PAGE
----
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Department
Geography
Course
Geography 2240A/B
Professor
Philip Egberts
Semester
Winter

Description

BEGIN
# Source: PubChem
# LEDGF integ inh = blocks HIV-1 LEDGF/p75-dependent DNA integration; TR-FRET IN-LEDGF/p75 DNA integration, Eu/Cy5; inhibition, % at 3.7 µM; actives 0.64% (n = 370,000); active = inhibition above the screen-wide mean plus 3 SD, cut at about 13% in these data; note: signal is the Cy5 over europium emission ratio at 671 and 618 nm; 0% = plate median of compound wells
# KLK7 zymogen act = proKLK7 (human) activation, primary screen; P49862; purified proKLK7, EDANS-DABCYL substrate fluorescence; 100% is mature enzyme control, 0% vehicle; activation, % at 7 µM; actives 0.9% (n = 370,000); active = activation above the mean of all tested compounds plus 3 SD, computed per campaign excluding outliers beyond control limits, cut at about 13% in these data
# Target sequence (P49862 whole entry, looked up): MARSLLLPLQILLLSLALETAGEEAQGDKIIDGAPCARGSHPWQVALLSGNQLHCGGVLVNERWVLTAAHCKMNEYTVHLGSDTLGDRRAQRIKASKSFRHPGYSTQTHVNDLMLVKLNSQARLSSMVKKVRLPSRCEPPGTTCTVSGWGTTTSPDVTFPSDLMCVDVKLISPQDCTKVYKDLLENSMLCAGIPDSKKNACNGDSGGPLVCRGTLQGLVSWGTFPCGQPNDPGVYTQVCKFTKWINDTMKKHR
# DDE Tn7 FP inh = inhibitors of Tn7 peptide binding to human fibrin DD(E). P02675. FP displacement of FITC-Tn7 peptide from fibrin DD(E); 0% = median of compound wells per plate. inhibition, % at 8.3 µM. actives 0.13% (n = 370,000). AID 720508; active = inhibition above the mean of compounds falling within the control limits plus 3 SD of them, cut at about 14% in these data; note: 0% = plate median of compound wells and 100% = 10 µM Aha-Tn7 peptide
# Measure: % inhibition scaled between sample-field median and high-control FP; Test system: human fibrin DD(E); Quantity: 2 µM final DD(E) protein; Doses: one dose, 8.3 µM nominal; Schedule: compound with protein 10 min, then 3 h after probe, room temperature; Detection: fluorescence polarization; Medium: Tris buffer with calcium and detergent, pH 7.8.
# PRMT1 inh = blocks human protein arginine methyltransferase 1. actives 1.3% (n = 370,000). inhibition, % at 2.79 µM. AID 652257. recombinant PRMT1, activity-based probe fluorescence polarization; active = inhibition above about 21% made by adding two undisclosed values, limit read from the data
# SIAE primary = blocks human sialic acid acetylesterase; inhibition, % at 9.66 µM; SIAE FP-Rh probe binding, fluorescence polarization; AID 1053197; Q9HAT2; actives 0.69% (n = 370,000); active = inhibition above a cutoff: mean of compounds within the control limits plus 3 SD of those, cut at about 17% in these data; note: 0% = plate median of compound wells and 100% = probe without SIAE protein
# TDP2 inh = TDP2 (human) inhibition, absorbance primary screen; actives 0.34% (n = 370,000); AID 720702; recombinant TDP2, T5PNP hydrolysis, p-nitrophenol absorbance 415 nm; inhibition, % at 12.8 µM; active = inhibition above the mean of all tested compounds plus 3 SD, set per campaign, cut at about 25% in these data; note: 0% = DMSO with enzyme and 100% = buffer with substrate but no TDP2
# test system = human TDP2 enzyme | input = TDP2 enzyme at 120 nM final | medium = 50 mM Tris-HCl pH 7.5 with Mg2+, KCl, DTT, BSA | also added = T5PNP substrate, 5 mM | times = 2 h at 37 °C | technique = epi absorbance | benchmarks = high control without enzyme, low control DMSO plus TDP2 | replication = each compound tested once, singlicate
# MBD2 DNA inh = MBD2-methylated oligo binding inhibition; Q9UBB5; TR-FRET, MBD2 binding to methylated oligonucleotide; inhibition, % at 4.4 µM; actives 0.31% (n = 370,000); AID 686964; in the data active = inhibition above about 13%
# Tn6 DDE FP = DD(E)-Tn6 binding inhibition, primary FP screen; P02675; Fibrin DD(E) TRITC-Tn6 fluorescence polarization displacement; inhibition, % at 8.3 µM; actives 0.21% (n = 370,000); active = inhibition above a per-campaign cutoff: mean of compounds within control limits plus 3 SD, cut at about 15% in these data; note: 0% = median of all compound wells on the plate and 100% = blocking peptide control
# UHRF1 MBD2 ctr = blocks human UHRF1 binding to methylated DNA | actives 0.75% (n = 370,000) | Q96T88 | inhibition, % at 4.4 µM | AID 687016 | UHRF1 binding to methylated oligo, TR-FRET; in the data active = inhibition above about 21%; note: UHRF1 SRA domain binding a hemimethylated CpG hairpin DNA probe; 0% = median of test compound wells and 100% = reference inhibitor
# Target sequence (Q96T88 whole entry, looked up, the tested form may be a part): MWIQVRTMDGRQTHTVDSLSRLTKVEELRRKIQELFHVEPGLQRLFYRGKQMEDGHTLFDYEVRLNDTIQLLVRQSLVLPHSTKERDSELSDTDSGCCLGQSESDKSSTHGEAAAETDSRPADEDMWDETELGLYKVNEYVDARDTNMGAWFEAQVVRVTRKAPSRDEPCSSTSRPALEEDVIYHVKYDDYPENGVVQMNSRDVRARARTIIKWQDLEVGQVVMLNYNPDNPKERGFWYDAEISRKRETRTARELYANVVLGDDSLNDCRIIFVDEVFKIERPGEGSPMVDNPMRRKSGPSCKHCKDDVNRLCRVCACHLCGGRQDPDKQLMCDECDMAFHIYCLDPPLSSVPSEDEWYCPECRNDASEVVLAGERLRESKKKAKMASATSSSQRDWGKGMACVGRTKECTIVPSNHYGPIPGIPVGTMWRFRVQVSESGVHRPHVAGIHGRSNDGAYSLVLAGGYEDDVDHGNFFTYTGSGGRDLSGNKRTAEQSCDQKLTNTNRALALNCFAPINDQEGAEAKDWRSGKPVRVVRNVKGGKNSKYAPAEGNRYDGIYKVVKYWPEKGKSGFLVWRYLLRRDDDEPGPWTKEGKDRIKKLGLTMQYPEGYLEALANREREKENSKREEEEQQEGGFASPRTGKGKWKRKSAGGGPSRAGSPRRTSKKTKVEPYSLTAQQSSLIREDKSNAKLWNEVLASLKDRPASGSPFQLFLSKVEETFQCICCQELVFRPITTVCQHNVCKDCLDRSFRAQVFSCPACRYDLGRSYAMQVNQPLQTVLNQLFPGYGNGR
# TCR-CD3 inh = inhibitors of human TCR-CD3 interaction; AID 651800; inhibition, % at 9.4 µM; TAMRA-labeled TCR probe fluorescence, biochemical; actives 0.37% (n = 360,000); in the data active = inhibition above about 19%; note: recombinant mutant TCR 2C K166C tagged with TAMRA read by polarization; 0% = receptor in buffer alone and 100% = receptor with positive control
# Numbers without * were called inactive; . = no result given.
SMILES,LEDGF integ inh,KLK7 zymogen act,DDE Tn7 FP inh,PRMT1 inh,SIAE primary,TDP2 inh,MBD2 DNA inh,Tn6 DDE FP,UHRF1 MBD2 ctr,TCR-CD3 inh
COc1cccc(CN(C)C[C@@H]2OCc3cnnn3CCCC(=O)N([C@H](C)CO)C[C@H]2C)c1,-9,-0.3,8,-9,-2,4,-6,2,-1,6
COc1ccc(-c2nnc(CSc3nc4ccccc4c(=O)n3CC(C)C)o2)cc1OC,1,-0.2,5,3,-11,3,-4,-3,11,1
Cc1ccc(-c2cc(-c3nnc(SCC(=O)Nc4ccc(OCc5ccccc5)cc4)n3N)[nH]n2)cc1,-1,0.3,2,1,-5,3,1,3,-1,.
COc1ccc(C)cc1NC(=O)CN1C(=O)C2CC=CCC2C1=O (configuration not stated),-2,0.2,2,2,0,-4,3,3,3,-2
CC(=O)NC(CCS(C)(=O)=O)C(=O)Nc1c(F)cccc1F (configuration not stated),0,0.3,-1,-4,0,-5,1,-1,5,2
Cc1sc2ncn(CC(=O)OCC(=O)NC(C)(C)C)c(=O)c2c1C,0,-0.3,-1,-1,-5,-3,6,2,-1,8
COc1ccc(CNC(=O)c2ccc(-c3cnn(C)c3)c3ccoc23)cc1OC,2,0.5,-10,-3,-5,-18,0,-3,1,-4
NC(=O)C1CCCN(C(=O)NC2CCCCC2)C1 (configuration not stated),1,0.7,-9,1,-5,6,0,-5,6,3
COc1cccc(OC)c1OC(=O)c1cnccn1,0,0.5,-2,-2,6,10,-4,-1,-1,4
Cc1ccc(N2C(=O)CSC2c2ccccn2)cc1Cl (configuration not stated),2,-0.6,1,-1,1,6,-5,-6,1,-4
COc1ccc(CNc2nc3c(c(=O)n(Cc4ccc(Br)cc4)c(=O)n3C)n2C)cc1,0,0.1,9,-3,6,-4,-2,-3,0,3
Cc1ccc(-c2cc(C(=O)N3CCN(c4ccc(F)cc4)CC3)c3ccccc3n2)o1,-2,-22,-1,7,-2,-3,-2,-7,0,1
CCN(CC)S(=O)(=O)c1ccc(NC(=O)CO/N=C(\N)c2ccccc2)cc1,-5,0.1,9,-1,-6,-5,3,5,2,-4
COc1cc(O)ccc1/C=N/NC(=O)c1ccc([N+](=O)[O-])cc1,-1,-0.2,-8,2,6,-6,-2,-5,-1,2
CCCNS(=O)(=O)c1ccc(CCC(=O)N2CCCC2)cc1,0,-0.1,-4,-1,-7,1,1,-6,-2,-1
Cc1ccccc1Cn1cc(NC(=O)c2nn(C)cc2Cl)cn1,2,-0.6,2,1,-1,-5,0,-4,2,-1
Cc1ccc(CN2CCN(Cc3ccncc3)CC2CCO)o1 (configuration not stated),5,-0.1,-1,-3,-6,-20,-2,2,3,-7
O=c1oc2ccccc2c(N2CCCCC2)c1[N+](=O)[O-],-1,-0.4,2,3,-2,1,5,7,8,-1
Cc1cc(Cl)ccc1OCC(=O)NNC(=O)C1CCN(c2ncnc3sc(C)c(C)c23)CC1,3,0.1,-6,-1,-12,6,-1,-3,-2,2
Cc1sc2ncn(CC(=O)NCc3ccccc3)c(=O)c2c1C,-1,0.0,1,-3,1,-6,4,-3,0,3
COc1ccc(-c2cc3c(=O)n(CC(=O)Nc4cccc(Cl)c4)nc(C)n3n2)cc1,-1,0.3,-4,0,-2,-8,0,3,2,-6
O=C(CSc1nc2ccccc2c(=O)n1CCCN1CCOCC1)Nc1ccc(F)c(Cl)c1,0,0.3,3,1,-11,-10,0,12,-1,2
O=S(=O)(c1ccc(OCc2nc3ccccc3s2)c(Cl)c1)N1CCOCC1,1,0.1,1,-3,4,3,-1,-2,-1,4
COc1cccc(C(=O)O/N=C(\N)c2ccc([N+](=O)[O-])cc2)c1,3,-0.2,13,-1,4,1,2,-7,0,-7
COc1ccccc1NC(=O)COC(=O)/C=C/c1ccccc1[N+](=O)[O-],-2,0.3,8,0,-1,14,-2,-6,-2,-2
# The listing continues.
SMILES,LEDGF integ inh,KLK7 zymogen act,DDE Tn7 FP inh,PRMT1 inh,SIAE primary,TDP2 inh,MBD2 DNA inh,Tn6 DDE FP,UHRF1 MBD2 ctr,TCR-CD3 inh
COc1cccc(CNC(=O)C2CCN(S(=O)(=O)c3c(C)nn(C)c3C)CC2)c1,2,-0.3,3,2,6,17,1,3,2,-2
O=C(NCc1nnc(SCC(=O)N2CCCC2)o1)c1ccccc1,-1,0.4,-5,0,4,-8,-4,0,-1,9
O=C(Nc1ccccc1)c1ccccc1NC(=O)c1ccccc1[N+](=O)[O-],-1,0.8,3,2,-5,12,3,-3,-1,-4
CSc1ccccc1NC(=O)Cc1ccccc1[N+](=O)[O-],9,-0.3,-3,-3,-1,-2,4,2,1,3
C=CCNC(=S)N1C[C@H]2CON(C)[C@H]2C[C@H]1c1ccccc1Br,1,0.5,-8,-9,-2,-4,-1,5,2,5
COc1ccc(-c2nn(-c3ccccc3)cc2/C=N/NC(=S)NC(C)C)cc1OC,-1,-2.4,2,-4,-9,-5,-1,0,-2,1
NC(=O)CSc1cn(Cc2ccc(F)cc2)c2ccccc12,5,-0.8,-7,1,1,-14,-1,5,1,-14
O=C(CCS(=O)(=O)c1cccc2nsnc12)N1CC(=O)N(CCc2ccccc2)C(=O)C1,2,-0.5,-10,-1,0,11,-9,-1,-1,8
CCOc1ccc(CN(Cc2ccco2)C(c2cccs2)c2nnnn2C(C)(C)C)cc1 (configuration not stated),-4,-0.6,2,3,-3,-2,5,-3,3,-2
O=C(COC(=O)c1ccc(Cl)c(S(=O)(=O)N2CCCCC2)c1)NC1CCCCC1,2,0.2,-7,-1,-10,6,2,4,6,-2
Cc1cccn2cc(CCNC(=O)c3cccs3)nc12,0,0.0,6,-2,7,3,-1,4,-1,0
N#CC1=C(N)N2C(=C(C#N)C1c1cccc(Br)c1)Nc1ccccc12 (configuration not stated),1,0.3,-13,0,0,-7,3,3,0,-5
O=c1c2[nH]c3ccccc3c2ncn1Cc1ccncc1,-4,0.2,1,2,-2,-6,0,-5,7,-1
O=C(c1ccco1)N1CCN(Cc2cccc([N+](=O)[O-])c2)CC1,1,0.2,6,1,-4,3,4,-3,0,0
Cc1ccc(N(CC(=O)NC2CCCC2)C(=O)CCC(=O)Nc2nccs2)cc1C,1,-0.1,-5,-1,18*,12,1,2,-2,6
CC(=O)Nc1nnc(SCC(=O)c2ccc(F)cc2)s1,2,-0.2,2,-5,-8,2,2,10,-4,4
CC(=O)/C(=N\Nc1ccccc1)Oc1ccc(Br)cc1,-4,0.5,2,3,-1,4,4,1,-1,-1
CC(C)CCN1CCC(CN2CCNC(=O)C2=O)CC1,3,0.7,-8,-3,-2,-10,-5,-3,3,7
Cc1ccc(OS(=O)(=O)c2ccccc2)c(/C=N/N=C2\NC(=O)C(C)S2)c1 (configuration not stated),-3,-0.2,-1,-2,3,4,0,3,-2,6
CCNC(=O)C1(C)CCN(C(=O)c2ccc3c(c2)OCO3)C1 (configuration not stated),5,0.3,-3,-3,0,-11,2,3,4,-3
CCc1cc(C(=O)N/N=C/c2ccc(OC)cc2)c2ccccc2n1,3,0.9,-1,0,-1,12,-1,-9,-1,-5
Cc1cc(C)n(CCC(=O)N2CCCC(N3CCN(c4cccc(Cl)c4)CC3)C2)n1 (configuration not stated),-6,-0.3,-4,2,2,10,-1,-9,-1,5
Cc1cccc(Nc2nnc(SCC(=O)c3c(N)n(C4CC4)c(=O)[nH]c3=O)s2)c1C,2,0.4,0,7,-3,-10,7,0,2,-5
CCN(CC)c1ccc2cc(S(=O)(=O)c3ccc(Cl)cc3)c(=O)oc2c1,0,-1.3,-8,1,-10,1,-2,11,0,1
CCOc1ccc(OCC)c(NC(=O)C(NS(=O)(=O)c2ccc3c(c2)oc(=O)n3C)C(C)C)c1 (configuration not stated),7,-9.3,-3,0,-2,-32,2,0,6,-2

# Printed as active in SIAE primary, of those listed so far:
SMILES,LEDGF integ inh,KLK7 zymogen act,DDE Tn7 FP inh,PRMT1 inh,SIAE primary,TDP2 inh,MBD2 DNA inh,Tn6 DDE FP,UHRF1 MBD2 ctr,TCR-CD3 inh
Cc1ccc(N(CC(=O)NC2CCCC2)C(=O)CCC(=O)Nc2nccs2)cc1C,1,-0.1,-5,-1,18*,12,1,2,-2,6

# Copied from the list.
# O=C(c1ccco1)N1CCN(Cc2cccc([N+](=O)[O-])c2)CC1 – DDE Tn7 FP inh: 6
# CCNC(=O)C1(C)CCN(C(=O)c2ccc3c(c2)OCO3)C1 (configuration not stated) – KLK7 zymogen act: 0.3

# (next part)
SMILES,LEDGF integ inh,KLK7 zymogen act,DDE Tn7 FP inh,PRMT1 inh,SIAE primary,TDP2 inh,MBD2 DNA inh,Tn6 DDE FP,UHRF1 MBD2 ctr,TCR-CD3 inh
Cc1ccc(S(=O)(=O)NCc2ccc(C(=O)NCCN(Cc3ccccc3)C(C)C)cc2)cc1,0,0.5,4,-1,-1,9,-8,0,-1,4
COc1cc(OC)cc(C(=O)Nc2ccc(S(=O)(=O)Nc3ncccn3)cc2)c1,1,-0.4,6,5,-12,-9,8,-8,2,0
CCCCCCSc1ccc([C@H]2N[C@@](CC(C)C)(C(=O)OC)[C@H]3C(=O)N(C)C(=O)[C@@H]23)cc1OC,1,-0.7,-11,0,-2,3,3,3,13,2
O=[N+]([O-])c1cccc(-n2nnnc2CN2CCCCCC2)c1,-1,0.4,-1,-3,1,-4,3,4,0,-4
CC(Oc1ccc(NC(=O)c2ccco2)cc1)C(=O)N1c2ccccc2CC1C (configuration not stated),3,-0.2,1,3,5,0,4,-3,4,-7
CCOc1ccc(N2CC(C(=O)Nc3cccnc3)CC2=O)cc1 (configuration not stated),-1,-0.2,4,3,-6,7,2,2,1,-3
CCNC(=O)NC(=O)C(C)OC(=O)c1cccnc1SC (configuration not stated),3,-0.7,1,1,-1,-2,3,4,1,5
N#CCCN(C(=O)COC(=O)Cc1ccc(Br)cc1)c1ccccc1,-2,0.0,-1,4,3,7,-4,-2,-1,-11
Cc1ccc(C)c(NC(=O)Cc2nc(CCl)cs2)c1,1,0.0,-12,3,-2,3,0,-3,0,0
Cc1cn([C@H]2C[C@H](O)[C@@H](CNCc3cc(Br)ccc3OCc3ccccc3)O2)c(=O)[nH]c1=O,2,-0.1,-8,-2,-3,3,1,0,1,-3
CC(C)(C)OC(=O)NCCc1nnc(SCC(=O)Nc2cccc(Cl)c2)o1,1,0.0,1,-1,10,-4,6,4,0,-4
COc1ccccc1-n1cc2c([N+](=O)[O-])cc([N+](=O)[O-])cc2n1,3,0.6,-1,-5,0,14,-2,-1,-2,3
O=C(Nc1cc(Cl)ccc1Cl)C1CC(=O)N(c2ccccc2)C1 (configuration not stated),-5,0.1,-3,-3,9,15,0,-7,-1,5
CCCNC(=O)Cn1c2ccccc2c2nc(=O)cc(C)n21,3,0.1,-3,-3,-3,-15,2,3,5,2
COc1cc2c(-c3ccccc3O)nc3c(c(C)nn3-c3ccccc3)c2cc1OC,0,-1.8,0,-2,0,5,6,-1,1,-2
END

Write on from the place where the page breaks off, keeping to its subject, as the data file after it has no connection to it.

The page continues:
Chapter 11 Cyclonic Storms 1.0 Introduction The smallest cyclonic storm is a thunderstorm and the largest is a hurricane or typhoon. The most effective learning of hurricanes/typhoons begins with effective learning of thunderstorms and tornadoes. So that‘s where we begin! 2.0 Thunderstorms All thunderstorms ( such as the one of Fi) require three ingredients for their formation:  Moisture  Atmospheric Instability  A lifting mechanism. 2.1 Sources of moisture Typical sources of moisture are large bodies of water such as the Atlantic and Pacific oceans as well as the Gulf of Mexico and the Great Lakes (Fig.2). The southeastern U.S. and especially Florida has access to two moisture sources in the Atlantic ocean and the Gulf of Mexico which helps explain why there are so many thunderstorms in that region. Here in Southwestern Ontario, the Great Lakes supply the moisture. 2.2 Instability Air is considered unstable if it continues to rise when given a nudge upward (or continues to sink if given a nudge downward). An unstable air mass is characterized by warm moist air near the surface and cold dry air above. In these situations, if a bubble or parcel of air is forced upward it will continue to rise on its own. As it rises it cools and some of the water vapor will condense, forming the familiar tall cumulonimbus cloud that is the thunderstorm. Air that is forced upward will continue to rise, and air that is forced downward will continue to sink. 2.3 Sources of Lift Typically, for a thunderstorm to develop there needs to be a mechanism which initiates the upward motion, something that will give the air a nudge upward. This is done by several methods:  Differential Heating This heating of the ground and lower atmosphere is not uniform. For example, a grassy field will heat at a slower rate than a paved street or bare rock. The warmest air, called thermals, tends to rise.  Cold Fronts Fronts are the boundary between two air masses of different temperatures. Fronts lift warm moist air. Cold fronts lift air the most abruptly. If the air is moist and unstable thunderstorms will form along the cold front. As I‘m writing this, there‘s a mass of warm, moist air pouring into the (cooler) London area from the southern USA, and thunderstorms are springing up all along the fro.t  Terrain As air encounters a mountain it is forced up the slope of the terrain. Upslope thunderstorms are common in the Rocky Mountain west during the summer. 2.4 Life Cycle of a Thunderstorm The building block of all thunderstorms is the thunderstorm cell. The thunderstorm cell has a distinct life-cycle that lasts about 30 minutes. The first stage is the towering cumulus stage. A cumulus cloud begins to grow vertically, perhaps to a height of 6 km. Air within the cloud is dominated by updraft with some turbulent eddies around the edges. The second stage is the mature stage. The storm has considerable depth, often reaching 12 to 18 km. Strong updrafts and downdrafts coexist. The updrafts at this stage can be extremely strong: the stronger the updraft, the more weight of rain and hail that can be supported. This is the most dangerous stage ( see section on hazards described bel). The final stage is the dissipating stage. The downdraft cuts off the updraft. The storm no longer has a supply of warm moist air to maintain itself and therefore it dissipates. Light rain and weak outflow winds may remain for a while during this stage, before leaving behind just a remnant anvil-shaped top. 2.5 Thunderstorm Types Multi-cell Although there are times when a thunderstorm consists of just one ordinary cell that transitions through its life cycle and dissipates without additional new cell formation, much more commonly thunderstorms form in clusters (Fig.7) with numerous cells in various stages of development merging together. Unlike ordinary single cells, cluster storms can last for several hours producing large hail, damaging winds, flash flooding, and isolated tornados. Squall Lines Sometimes thunderstorms will form in a line which can extend laterally for hundreds of miles. These "squall lines" (Fig.8) can persist for many hours and produce damaging winds and hail. The rain cooled air or "gust front" spreading out from underneath the squall line acts as a mini cold front, continually lifting warm moist air to fuel the storms. If the cells in the squall line are producing down-blast winds exceeding 93km/h and the length of the squall line exceeds 450 km, the result is termed a ‗derecho‘ – not nice! Supercell Thunderstorms Supercell thunderstorms are a special kind of single cell thunderstorm that can persist for many hours. All the individual cells unite, producing one gigantic rotating cyclonic storm. Figure 9 shows one supercell covering the whole of Oklahoma State. They are responsible for nearly all of the significant tornados produced in the U.S. and for most of the hailstones larger than golf ball size. Supercells are also known to produce extreme winds and flash flooding. The most ideal conditions for supercells occur when the winds are veering or turning clockwise with height. Beneath the supercell, the rotation of the storm is often visible as well. The lowering in Figure 10 represents the wall cloud. The wall cloud is sometimes a precursor to a tornado. If a tornado were to form, it would usually do so within the wall cloud. 2.6 Thunderstorm Hazards Lightning, hail and erratic strong winds are the obvious hazards associated with thunderstorms; for example, in any year in North America, more people are killed by lightning than by tornadoes and hurricanes combined. Nevertheless, we have a great deal of content to cover in this course, so we‘re going to skip any further consideration of thunderstorms. If you wish to read about these hazards – for your own interests – the following sites are great:  http://en.wikipedia.org/wiki/Lightning  http://en.wikipedia.org/wiki/Hail  http://www.srh.noaa.gov/jetstream//tstorms/wind.htm 3.0 Tornadoes A tornado is the smallest, most violent weather disturbance that occurs on Earth (Fig.11).A tornado is a violently rotating usually counterclockwise in the northern hemisp) column of air descending from a thunderstorm and in contact with the ground. Although tornados are usually Fig. 11 brief, lasting only a few minutes, they can sometimes last for more than an hour and travel several kilometers causing considerable damage. In a typical year about 1000 tornados will strike the United States. The peak of the tornado season is April through June and more tornados strike the central United States than any other place in the world. This area has been nicknamed "tornado alley" (Fig.12). Most tornados are spawned from supercell Fig.12 thunderstorms. Supercell thunderstorms are characterized by a persistent rotating updraft and form in environments of strong vertical wind shear. Wind shear is the change in wind speed and/or direction with height. Fig.12 Figure 13 shows the creation of a ‗tube by wind shear. The updraft of the thunderstorm Fig.13 then lifts the rotating column Fig.14 of air (Fig.14) created by the speed shear. This provides two different rotations: cyclonic (or counter clockwise rotation) and anti- cyclonic (or clockwise rotation). In the Northern Hemisphere the directional shear amplifies the cyclonic rotation and diminishes the anti-cyclonic rotation (the rotation on the right side of the updraft in the illustration at left). A more or less vertical tube (whose walls consist of moisture) is then rotating rapidly, and establishing an internal vacuum. As the funnel descends the water vapor within it condenses into liquid droplets. The liquid droplets are identical to cloud droplets yet are not considered part of the cloud since they form within the funnel. The descending funnel is made visible because of the water droplets. The funnel takes on the color of the cloud droplets, which is white. Due to the air movement, dust and debris on the ground will begin rotating, often becoming a few meters high and hundreds of meters wide. After the funnel touches the ground (thereby officially becoming a tornado), the color of the funnel will change. The color often depends upon the type of dirt and debris moved over (red dirt produces a red tornado, black dirt a black tornado.) (Fig.15). At the center of the tornado, the vortex is open and the air is clear, not too unlike a hurricane. Fig.15 Tornados can last from several seconds to more than an hour but most last less than 10 minutes. The size and/or shape of a tornado is no measure of its strength. Occasionally, small tornados do major damage and some very large tornados, over a quarter-mile wide, have produced only light damage. Canada is second only to the US for numbers of tornadoes; the whole country experiences roughly 100 in any one year. How does Southern Ontario compare for tornado frequency? It was stated in a university study that Southern Ontario has about half of the number of tornados per 10,000 km as the most afflicted region of the U.S. in Oklahoma and Kansas. The Red River valley of southern Manitoba has reported frequencies about one-third of the highest values in the U.S. Southern Canada definitely has a tornado hazard, all the way from New Brunswick to the B.C. interior. Only in extreme southwestern Ontario, though, the average is about 28 tornado sightings per year. In Ontario, tornadoes usually occur in the late afternoon or early evening during the months of May, June or July. From one storm line in one day at the end of July 2006, 8 tornadoes touched down in southern Ontario (highest rating: 2 on Fujita Sc.le) 3.1 Examples If you want to look at some spectacular photo sequences of tornadoes, take a look at the following site (it's the best tornado photo site I know of): http://www.squidoo.com/the- best-tornado-photos Classification of tornadoes is by the Fujita Scale (Table 1, below): Category Category Level Of Damage Description F-0 Gale Tornado Chimneys damaged; branches broken off trees; shallow-rooted trees uprooted; sign 40 - 72 MPH boards damaged. F-1 Moderate Roof surfaces peeled off; mobile homes pushed off foundations or overturned; moving Tornado autos pushed off roads. 73 - 112 MPH F-2 Significant Roofs torn off frame houses; mobile homes demolished; box cars pushed over; large 113 - 157 MPH trees snapped or uprooted; light-object projectiles generated. F-3 Severe Roofs and some walls torn off well-constructed houses; trains overturned; most trees Tornado in forest uprooted; heavy cars lifted off the ground and thrown. 158 - 206 MPH F-4 Devastating Well-constructed houses leveled; structures with weak foundations relocated; cars Tornado thrown and large projectiles generated. 207 - 260 MPH F-5 Incredible Strong frame houses lifted off foundations and carried considerable distance to Tornado disintegrate; automobile-sized projectiles hurtle through the air in excess of 100 yards; 261 - 318 MPH trees debarked; other incredible phenomena expected. 4.0 Hurricanes and Other Cyclonic Monsters 4.1 Introduction The above section about thunderstorms and tornadoes is just an introduction to this stuff! A hurricane is a severe tropical storm that forms in the North Atlantic Ocean, the Northeast Pacific Ocean east of the dateline, or the South Pacific Ocean east of 160E. Hurricanes need warm tropical oceans, moisture and light winds above them. If the right conditions last long enough, a Fig.16 hurricane can produce violent winds, incredible waves, torrential rains and floods. If I ask for a definition of ‗hurricanes‘, this is what I want:  severe cyclonic tropical storm in the North Atlantic Basin o o  originates within the belt of tropical trade winds, roughly from 5 to 20 from the equator  rotates counterclockwise around an ‗eye‘ with minimum wind speeds of 119 km/h. In other regions of the world, these types of storms have different names: Typhoon — ( the Northwest Pacific Ocean west of the date)ine Severe Tropical Cyclone — ( the Southwest Pacific Ocean west of 160E or Southeast Indian Ocean east of 90) Severe Cyclonic Storm — ( the North Indian Ocea) Tropical Cyclone — ( the Southwest Indian Ocea) They all originate only in the tropical trade winds where the temperatures are warm; Figure 16 shows the distribution of big storms for various regions of the world. Note the general restriction to latitudes of about 5 to 20 ; any guesses as to why that might be (think ‘rotatio)? Fig.17 There are on average six Atlantic hurricanes each year. The Atlantic hurricane season begins June 1 and ends November 30. The East Pacific hurricane season runs from May 15 through November 30, with peak activity occurring during July through September. In a normal season, the East Pacific would expect 15 or 16 tropical storms. Nine of these would become hurricanes, of which four or five would be major hurricanes (Fig.17 shows the cyclonic disturbances of one day; obviously, not all developed into big storms). When hurricanes move onto land, the heavy rain, strong winds and heavy waves can damage buildings, trees and cars. The heavy waves are called a storm surge. Storm surge is very dangerous and a major reason why you MUST stay away from the ocean during a hurricane. What is increasingly alarming is the cost of these events – both in human life and in money. Why is that? It‘s exactly the same reason that we mentioned in Chapter 1: far too many governments allow people to inhabit land that is doomed to recurring storm damage. In the case of tropical cyclones, hurricanes or typhoons, the physical movements that give birth to the storms are the following (you can follow the sequence with Figure 18):A slowly advancing or even a stationary cold front develops a bulge (or Fig.18 'wave') in the boundary between cool and warm air moving in opposite directions. The bulge or wave grows as the moving air is deflected, forming a warm front moving right on the right side and a cool front moving left on the left side. Cold air is denser than warm air, and the cold air moves faster than the slower warm front. As the faster moving cold air catches up with the slower moving warm air, the cold air under-rides the warm air, lifting a ‗cell‘ upward. This lifting action produces a low-pressure area at the point where the two fronts come together. The lifted air expands, cools adiabatically, and reaches the dew point. First clouds develop over the low-pressure area. When the cold front has completely overtaken the warm front, an occlusion is formed. An occluded front is one that has been lifted completely off the ground into the atmosphere. The disturbance now is a fully developed cyclonic storm, with a fully developed low- pressure center, and moving generally with the easterly winds. [Cyclonic storms which strike the eastern coast about Florida normally have begun in Africa and developed into cyclonic storms only after experiencing the warm waters of the tropical Atlantic. They have been sent westward by the northeast trade winds.]. 4.2 Origin of Hurricanes Hurricanes (northern hemisphere) begin with a disturbance in the westward-flowing air not far from the equator (Figure 19: This is a sea surface temperature map for the northern hemisphere summer. The yellow, orange, and red colours show water temperatures warm enough to sustain hurricanes (> 26.5°C)). The sea surface temperature must be 26 Co Fig.19 or higher (and so you see the implication of global warming?). As the water vapor rises, according to the above sequence, it condenses, which releases a very large amount of latent heat energy - the release of latent heat in the transformation from water vapor to water liquid. This is the main energy source of a hurricane. In a single day, an average hurricane will release latent heat energy equivalent to about 1.6 x10 kilowatt-hours; that is about 8000 x more than the ele